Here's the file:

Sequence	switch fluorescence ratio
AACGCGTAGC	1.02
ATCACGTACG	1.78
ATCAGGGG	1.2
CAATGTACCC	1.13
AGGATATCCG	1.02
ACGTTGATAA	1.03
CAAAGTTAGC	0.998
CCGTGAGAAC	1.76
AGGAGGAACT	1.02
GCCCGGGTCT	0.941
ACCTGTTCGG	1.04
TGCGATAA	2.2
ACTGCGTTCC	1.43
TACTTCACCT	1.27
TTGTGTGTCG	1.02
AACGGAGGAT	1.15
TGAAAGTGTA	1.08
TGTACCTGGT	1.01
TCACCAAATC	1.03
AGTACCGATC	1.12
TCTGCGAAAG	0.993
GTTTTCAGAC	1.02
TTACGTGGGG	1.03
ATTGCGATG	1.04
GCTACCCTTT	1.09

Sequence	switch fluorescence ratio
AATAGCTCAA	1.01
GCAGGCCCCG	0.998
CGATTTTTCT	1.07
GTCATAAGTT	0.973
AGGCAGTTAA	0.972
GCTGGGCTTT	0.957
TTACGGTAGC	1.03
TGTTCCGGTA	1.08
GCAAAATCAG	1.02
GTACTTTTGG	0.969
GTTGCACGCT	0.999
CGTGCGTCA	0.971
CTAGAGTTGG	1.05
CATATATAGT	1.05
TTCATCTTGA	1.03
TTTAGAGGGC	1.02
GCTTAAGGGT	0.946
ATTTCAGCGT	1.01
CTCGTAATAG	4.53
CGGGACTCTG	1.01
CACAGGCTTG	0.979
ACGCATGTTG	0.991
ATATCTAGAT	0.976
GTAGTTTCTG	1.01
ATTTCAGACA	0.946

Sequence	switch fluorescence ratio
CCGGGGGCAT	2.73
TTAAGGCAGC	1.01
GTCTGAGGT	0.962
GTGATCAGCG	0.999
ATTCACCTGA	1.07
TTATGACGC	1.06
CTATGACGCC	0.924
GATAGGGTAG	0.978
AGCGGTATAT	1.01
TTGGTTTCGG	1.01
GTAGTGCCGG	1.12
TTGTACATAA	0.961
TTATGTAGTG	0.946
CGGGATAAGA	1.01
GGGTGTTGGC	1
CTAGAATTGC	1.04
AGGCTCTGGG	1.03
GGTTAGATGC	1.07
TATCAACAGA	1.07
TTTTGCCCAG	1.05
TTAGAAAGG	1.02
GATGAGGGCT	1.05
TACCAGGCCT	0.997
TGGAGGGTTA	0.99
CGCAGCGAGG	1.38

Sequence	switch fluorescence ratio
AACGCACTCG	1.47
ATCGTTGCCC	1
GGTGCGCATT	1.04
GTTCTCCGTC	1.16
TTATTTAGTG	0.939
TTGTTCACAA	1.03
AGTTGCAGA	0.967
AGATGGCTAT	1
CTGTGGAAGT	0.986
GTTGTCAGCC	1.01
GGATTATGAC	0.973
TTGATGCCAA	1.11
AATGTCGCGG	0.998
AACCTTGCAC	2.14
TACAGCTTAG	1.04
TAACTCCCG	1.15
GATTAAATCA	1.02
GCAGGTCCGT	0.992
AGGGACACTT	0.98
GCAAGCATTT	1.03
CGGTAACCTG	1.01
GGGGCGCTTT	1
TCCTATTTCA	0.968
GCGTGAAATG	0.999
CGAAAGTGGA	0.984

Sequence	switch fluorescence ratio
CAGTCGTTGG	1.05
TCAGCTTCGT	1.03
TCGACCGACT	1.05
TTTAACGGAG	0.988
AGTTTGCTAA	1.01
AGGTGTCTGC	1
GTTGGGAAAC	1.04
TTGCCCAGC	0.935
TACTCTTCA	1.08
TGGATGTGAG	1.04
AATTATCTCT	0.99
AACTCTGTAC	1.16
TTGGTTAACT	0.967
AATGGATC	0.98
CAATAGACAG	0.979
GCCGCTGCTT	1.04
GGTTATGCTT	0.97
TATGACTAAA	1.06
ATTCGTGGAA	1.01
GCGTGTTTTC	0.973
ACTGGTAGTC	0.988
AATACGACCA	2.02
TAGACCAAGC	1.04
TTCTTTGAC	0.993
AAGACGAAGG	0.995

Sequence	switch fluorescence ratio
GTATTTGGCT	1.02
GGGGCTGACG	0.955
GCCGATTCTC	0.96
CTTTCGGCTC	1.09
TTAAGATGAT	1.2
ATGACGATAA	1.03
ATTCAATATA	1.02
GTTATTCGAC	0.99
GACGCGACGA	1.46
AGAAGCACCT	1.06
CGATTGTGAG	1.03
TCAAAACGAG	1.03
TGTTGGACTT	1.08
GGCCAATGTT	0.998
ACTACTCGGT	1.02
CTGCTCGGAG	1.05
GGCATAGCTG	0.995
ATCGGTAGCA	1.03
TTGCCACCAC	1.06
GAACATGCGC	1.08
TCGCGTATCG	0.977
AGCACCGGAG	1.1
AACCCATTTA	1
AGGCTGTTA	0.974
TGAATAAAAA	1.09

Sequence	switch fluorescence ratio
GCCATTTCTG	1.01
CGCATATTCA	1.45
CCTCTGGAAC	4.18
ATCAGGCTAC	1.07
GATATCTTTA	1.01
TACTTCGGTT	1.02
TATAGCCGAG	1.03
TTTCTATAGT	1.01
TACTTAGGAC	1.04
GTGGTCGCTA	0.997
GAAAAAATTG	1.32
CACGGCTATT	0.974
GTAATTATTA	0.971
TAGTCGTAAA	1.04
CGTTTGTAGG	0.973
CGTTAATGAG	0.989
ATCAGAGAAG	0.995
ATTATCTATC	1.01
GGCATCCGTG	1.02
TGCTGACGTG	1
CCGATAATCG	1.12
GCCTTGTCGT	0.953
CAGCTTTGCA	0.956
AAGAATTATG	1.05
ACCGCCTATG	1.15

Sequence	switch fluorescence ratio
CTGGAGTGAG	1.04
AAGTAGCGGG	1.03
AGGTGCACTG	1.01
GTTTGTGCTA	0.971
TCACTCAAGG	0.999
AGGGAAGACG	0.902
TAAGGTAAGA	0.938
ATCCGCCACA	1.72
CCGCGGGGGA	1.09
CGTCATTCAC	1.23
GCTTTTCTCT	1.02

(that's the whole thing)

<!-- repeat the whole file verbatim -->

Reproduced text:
Sequence	switch fluorescence ratio
AACGCGTAGC	1.02
ATCACGTACG	1.78
ATCAGGGG	1.2
CAATGTACCC	1.13
AGGATATCCG	1.02
ACGTTGATAA	1.03
CAAAGTTAGC	0.998
CCGTGAGAAC	1.76
AGGAGGAACT	1.02
GCCCGGGTCT	0.941
ACCTGTTCGG	1.04
TGCGATAA	2.2
ACTGCGTTCC	1.43
TACTTCACCT	1.27
TTGTGTGTCG	1.02
AACGGAGGAT	1.15
TGAAAGTGTA	1.08
TGTACCTGGT	1.01
TCACCAAATC	1.03
AGTACCGATC	1.12
TCTGCGAAAG	0.993
GTTTTCAGAC	1.02
TTACGTGGGG	1.03
ATTGCGATG	1.04
GCTACCCTTT	1.09

Sequence	switch fluorescence ratio
AATAGCTCAA	1.01
GCAGGCCCCG	0.998
CGATTTTTCT	1.07
GTCATAAGTT	0.973
AGGCAGTTAA	0.972
GCTGGGCTTT	0.957
TTACGGTAGC	1.03
TGTTCCGGTA	1.08
GCAAAATCAG	1.02
GTACTTTTGG	0.969
GTTGCACGCT	0.999
CGTGCGTCA	0.971
CTAGAGTTGG	1.05
CATATATAGT	1.05
TTCATCTTGA	1.03
TTTAGAGGGC	1.02
GCTTAAGGGT	0.946
ATTTCAGCGT	1.01
CTCGTAATAG	4.53
CGGGACTCTG	1.01
CACAGGCTTG	0.979
ACGCATGTTG	0.991
ATATCTAGAT	0.976
GTAGTTTCTG	1.01
ATTTCAGACA	0.946

Sequence	switch fluorescence ratio
CCGGGGGCAT	2.73
TTAAGGCAGC	1.01
GTCTGAGGT	0.962
GTGATCAGCG	0.999
ATTCACCTGA	1.07
TTATGACGC	1.06
CTATGACGCC	0.924
GATAGGGTAG	0.978
AGCGGTATAT	1.01
TTGGTTTCGG	1.01
GTAGTGCCGG	1.12
TTGTACATAA	0.961
TTATGTAGTG	0.946
CGGGATAAGA	1.01
GGGTGTTGGC	1
CTAGAATTGC	1.04
AGGCTCTGGG	1.03
GGTTAGATGC	1.07
TATCAACAGA	1.07
TTTTGCCCAG	1.05
TTAGAAAGG	1.02
GATGAGGGCT	1.05
TACCAGGCCT	0.997
TGGAGGGTTA	0.99
CGCAGCGAGG	1.38

Sequence	switch fluorescence ratio
AACGCACTCG	1.47
ATCGTTGCCC	1
GGTGCGCATT	1.04
GTTCTCCGTC	1.16
TTATTTAGTG	0.939
TTGTTCACAA	1.03
AGTTGCAGA	0.967
AGATGGCTAT	1
CTGTGGAAGT	0.986
GTTGTCAGCC	1.01
GGATTATGAC	0.973
TTGATGCCAA	1.11
AATGTCGCGG	0.998
AACCTTGCAC	2.14
TACAGCTTAG	1.04
TAACTCCCG	1.15
GATTAAATCA	1.02
GCAGGTCCGT	0.992
AGGGACACTT	0.98
GCAAGCATTT	1.03
CGGTAACCTG	1.01
GGGGCGCTTT	1
TCCTATTTCA	0.968
GCGTGAAATG	0.999
CGAAAGTGGA	0.984

Sequence	switch fluorescence ratio
CAGTCGTTGG	1.05
TCAGCTTCGT	1.03
TCGACCGACT	1.05
TTTAACGGAG	0.988
AGTTTGCTAA	1.01
AGGTGTCTGC	1
GTTGGGAAAC	1.04
TTGCCCAGC	0.935
TACTCTTCA	1.08
TGGATGTGAG	1.04
AATTATCTCT	0.99
AACTCTGTAC	1.16
TTGGTTAACT	0.967
AATGGATC	0.98
CAATAGACAG	0.979
GCCGCTGCTT	1.04
GGTTATGCTT	0.97
TATGACTAAA	1.06
ATTCGTGGAA	1.01
GCGTGTTTTC	0.973
ACTGGTAGTC	0.988
AATACGACCA	2.02
TAGACCAAGC	1.04
TTCTTTGAC	0.993
AAGACGAAGG	0.995

Sequence	switch fluorescence ratio
GTATTTGGCT	1.02
GGGGCTGACG	0.955
GCCGATTCTC	0.96
CTTTCGGCTC	1.09
TTAAGATGAT	1.2
ATGACGATAA	1.03
ATTCAATATA	1.02
GTTATTCGAC	0.99
GACGCGACGA	1.46
AGAAGCACCT	1.06
CGATTGTGAG	1.03
TCAAAACGAG	1.03
TGTTGGACTT	1.08
GGCCAATGTT	0.998
ACTACTCGGT	1.02
CTGCTCGGAG	1.05
GGCATAGCTG	0.995
ATCGGTAGCA	1.03
TTGCCACCAC	1.06
GAACATGCGC	1.08
TCGCGTATCG	0.977
AGCACCGGAG	1.1
AACCCATTTA	1
AGGCTGTTA	0.974
TGAATAAAAA	1.09

Sequence	switch fluorescence ratio
GCCATTTCTG	1.01
CGCATATTCA	1.45
CCTCTGGAAC	4.18
ATCAGGCTAC	1.07
GATATCTTTA	1.01
TACTTCGGTT	1.02
TATAGCCGAG	1.03
TTTCTATAGT	1.01
TACTTAGGAC	1.04
GTGGTCGCTA	0.997
GAAAAAATTG	1.32
CACGGCTATT	0.974
GTAATTATTA	0.971
TAGTCGTAAA	1.04
CGTTTGTAGG	0.973
CGTTAATGAG	0.989
ATCAGAGAAG	0.995
ATTATCTATC	1.01
GGCATCCGTG	1.02
TGCTGACGTG	1
CCGATAATCG	1.12
GCCTTGTCGT	0.953
CAGCTTTGCA	0.956
AAGAATTATG	1.05
ACCGCCTATG	1.15

Sequence	switch fluorescence ratio
CTGGAGTGAG	1.04
AAGTAGCGGG	1.03
AGGTGCACTG	1.01
GTTTGTGCTA	0.971
TCACTCAAGG	0.999
AGGGAAGACG	0.902
TAAGGTAAGA	0.938
ATCCGCCACA	1.72
CCGCGGGGGA	1.09
CGTCATTCAC	1.23
GCTTTTCTCT	1.02